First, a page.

Discover more designer shoes in our collection by clicking here http://www.northampton.gov.uk/museumcollections
Ride ‘em Cowboy
Cowboy boots were traditionally worn by men who rode all day on horseback. The narrow toe of the boot made it easier for the cowboy to find the stirrup quickly when he mounted, and a reinforced steel arch braced him while he rode and roped standing up. The Cuban heel prevented his foot from slipping in the stirrup.
First appearing in the 1860s they may have developed from boots worn by military officers in the civil war or the footwear of Spanish conquistadors in South America.
Decoration varies widely. Early boots were made from cowhide pieces sewn together, but very soon cowboys began asking for decorative stitching, cutouts in the high tops like Texas stars and different materials. Modern examples can be highly decorated and come in the most lurid colours and materials including alligator and ostrich.
Cowboy boots have become an icon of American culture through Hollywood films and have been in and out of fashion ever since. Famous wearers include James Dean, Arnold Schwarzenegger, Bruce Springsteen and Rene Zellweger.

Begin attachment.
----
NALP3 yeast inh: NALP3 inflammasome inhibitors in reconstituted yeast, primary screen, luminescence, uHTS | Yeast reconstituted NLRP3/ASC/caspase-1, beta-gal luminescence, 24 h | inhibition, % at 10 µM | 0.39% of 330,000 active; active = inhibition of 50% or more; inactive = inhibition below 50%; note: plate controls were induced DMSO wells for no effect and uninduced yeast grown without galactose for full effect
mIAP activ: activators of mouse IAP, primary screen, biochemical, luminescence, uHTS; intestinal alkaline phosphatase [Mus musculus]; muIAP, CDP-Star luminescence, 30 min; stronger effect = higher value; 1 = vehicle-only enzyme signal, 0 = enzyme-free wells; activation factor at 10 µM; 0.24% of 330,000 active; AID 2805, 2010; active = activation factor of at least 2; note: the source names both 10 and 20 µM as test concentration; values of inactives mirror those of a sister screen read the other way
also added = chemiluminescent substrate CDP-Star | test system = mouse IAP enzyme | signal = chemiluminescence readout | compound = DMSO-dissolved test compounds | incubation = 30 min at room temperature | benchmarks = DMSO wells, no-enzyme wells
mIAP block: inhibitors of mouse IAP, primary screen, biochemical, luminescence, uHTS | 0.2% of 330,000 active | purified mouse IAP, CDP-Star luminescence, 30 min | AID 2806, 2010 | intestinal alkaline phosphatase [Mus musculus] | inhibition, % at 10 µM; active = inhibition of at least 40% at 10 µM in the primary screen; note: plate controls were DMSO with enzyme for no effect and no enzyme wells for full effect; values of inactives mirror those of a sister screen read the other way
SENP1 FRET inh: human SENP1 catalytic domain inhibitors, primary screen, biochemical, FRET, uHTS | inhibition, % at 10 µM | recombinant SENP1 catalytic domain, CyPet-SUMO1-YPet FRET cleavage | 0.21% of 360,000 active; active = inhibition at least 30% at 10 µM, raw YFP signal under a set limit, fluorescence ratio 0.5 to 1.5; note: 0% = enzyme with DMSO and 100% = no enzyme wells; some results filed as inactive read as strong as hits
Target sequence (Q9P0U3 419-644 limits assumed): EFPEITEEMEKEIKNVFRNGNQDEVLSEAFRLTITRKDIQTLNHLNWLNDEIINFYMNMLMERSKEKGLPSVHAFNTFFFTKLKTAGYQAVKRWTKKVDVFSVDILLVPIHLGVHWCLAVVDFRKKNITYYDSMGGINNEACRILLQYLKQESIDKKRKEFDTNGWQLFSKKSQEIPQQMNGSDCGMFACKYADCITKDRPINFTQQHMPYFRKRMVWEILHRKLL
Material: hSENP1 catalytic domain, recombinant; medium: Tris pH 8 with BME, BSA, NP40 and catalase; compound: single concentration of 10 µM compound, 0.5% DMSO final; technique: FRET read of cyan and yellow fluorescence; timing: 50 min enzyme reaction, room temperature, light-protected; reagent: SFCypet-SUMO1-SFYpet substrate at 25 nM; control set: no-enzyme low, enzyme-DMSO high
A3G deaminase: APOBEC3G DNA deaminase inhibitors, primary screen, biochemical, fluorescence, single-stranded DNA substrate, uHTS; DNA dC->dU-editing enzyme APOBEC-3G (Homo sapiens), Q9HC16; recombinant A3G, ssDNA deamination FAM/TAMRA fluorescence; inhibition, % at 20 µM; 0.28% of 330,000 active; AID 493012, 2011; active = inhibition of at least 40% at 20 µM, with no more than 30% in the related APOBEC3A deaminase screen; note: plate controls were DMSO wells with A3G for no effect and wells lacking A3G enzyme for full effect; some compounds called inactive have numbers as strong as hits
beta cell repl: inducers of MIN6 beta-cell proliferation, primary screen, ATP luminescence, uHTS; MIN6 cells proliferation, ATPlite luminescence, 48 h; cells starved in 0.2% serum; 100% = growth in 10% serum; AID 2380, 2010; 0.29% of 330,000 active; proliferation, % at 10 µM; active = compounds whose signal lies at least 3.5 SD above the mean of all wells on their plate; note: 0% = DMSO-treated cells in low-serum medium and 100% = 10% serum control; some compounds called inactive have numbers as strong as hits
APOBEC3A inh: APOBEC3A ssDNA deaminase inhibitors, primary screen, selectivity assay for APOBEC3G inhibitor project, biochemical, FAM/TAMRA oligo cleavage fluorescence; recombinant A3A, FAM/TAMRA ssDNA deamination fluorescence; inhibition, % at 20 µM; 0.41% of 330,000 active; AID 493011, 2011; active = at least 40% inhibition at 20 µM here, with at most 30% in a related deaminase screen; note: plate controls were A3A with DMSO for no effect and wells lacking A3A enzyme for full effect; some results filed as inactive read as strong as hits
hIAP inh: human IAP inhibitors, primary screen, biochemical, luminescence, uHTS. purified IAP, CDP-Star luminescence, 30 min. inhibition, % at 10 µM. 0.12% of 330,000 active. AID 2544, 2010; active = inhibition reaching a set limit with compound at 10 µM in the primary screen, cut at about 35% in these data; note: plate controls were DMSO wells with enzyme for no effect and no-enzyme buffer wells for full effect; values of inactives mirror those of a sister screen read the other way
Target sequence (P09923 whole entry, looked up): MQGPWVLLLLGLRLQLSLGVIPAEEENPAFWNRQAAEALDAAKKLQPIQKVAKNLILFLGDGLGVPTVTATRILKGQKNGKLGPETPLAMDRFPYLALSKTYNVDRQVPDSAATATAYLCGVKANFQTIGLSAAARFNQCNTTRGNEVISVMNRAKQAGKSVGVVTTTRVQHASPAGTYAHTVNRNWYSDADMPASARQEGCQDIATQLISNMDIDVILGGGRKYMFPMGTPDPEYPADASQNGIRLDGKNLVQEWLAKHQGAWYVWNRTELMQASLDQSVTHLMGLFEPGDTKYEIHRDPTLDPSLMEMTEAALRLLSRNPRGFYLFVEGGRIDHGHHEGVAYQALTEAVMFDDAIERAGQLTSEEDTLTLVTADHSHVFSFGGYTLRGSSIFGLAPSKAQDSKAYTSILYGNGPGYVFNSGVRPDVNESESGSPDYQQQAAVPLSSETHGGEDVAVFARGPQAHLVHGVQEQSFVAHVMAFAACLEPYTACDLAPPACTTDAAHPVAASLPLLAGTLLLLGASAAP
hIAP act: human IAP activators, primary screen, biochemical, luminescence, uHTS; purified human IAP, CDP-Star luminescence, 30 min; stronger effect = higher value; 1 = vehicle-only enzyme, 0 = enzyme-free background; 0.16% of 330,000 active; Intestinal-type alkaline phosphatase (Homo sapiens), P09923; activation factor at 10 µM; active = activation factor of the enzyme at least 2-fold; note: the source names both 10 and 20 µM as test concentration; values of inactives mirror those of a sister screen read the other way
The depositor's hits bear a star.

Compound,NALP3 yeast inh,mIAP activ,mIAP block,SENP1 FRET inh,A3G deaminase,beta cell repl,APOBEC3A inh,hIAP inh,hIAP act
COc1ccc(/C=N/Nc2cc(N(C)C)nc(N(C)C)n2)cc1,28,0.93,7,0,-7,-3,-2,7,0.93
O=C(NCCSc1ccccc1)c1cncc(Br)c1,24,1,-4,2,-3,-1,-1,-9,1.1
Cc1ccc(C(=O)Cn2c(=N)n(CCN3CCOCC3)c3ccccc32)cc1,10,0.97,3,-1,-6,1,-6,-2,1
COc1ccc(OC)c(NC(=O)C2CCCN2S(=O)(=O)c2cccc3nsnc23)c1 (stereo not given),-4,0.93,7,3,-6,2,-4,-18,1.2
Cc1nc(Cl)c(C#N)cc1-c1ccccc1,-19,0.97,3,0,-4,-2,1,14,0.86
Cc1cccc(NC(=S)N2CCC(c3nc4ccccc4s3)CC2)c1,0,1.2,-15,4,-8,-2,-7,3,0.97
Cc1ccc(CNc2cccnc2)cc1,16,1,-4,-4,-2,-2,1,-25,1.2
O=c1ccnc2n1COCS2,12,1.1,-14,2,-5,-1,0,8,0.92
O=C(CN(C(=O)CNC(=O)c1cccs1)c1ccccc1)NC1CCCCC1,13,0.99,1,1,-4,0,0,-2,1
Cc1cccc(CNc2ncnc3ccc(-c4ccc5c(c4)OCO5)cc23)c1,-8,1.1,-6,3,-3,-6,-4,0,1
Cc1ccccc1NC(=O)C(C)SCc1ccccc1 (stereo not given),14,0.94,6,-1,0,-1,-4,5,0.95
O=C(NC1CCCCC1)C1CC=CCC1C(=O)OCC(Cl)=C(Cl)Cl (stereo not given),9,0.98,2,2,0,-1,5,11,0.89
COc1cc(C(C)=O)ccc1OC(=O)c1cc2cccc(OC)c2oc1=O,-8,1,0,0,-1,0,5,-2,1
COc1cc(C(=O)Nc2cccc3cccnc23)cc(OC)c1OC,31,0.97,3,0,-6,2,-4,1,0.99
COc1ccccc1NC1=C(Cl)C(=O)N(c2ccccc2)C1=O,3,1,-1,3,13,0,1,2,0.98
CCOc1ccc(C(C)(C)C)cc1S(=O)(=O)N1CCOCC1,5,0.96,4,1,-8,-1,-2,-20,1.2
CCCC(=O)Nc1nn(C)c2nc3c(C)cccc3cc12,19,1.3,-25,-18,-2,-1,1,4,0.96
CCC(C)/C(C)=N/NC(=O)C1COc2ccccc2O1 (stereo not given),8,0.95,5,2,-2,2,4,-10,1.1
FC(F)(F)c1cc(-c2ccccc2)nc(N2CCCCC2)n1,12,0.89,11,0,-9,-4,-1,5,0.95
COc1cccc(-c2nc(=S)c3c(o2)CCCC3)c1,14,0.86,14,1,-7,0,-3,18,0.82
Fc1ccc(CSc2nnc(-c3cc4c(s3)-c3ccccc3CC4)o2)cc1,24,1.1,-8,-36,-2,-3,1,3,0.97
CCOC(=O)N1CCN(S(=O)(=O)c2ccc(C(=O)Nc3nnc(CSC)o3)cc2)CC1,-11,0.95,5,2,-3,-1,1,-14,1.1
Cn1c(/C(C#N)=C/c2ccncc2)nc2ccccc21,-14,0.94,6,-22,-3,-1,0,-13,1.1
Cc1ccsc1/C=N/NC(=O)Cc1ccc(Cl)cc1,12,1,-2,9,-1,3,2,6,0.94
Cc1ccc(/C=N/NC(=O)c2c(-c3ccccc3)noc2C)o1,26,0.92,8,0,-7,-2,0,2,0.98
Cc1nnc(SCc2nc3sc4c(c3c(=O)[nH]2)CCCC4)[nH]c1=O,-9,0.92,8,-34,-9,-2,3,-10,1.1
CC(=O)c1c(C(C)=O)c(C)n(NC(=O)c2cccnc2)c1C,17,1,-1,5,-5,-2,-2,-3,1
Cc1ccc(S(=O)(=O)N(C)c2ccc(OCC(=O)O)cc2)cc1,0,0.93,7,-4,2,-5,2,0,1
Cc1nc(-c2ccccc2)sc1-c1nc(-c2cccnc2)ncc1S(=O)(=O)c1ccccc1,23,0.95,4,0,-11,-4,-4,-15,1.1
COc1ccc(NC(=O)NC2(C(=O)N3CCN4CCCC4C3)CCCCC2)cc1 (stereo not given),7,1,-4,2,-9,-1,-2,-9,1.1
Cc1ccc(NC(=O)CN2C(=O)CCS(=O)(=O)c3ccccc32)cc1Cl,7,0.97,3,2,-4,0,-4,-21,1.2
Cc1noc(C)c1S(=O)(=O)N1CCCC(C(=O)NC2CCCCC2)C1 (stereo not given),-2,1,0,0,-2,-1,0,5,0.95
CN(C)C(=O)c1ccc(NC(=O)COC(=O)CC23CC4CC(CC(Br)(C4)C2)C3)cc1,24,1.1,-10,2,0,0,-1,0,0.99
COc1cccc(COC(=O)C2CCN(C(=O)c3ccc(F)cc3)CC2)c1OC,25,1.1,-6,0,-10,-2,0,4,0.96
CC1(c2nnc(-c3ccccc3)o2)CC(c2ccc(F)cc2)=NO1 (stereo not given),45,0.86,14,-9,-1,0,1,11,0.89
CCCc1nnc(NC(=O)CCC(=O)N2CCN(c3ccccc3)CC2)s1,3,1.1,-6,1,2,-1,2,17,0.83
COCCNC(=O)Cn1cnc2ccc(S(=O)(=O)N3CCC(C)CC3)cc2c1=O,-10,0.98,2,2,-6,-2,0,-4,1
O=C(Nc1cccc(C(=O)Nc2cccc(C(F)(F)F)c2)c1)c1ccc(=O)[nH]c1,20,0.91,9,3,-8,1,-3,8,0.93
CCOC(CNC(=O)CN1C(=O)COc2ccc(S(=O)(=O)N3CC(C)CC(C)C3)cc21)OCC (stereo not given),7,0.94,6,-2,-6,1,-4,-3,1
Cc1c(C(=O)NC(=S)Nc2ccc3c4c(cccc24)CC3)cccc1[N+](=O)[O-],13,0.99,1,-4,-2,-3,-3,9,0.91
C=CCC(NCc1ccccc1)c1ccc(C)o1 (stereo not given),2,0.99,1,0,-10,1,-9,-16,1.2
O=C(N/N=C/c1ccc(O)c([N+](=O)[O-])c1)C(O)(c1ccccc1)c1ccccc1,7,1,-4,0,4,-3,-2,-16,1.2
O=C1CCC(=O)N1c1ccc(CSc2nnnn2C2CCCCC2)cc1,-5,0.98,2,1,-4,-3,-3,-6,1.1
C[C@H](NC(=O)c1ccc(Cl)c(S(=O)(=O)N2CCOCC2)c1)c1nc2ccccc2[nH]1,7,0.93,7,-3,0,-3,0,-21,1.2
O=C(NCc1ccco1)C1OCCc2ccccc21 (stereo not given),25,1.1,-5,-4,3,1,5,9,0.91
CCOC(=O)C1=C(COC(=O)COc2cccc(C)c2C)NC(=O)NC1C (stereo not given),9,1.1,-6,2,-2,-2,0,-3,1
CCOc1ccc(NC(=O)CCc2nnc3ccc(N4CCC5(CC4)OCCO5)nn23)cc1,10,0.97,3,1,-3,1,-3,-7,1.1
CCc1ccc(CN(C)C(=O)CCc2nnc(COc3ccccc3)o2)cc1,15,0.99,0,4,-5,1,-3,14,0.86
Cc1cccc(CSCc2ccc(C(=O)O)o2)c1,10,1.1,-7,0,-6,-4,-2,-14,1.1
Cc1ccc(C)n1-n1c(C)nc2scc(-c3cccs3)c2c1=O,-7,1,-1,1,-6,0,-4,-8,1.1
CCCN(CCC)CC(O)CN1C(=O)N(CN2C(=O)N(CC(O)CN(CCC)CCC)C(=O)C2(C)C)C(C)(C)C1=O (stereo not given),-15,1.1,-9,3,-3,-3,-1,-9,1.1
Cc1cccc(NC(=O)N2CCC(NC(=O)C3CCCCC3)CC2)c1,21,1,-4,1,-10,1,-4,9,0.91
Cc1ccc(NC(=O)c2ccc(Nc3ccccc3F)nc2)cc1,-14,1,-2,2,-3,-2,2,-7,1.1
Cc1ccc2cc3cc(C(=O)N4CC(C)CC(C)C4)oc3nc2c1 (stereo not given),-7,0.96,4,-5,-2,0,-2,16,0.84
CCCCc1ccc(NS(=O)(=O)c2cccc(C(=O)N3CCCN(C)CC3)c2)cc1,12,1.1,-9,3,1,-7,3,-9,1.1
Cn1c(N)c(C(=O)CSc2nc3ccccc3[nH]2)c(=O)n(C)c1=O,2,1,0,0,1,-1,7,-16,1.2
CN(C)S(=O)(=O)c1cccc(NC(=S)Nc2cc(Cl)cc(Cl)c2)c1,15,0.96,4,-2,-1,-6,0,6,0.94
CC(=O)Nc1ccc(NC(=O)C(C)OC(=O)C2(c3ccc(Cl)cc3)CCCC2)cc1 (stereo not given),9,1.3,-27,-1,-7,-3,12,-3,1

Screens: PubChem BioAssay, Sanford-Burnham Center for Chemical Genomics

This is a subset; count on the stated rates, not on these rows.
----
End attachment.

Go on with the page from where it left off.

Cowboy Boots 1940s
This 1940s example was made in Texas.
As the Tour de France kicks off this weekend, we are proud to present a pair of cycling shoes worn by the legendary English racing cyclist, Beryl Burton. Burton dominated women’s cycle racing in the UK, winning more than 90 domestic championships and seven world titles as well as setting numerous national records. In 1967, she set a new 12-hour time trial record of 277.25 miles – a mark that surpassed the men’s record of the time by 0.73 miles and was not superseded by a man until 1969.
She also set around 50 new national records at 10, 15, 25, 30, 50 and 100-mile distances; her final 10, 25 and 50-mile records each lasted 20 years before being broken, her 100-mile record lasted 28 years, and her 12-hour record still stands today. And with such an impressive track record, Beryl’s accomplishments led her to compete in the Grand Prix des Nations in 1967, which was a rare opportunity for women cyclists.
These shoes were worn by Burton in 1961 and they were made by Peter Salisbury of Rushden, Northamptonshire. They have a rounded up curved toe with two studs and a metal plate on the sole to fit over the pedals.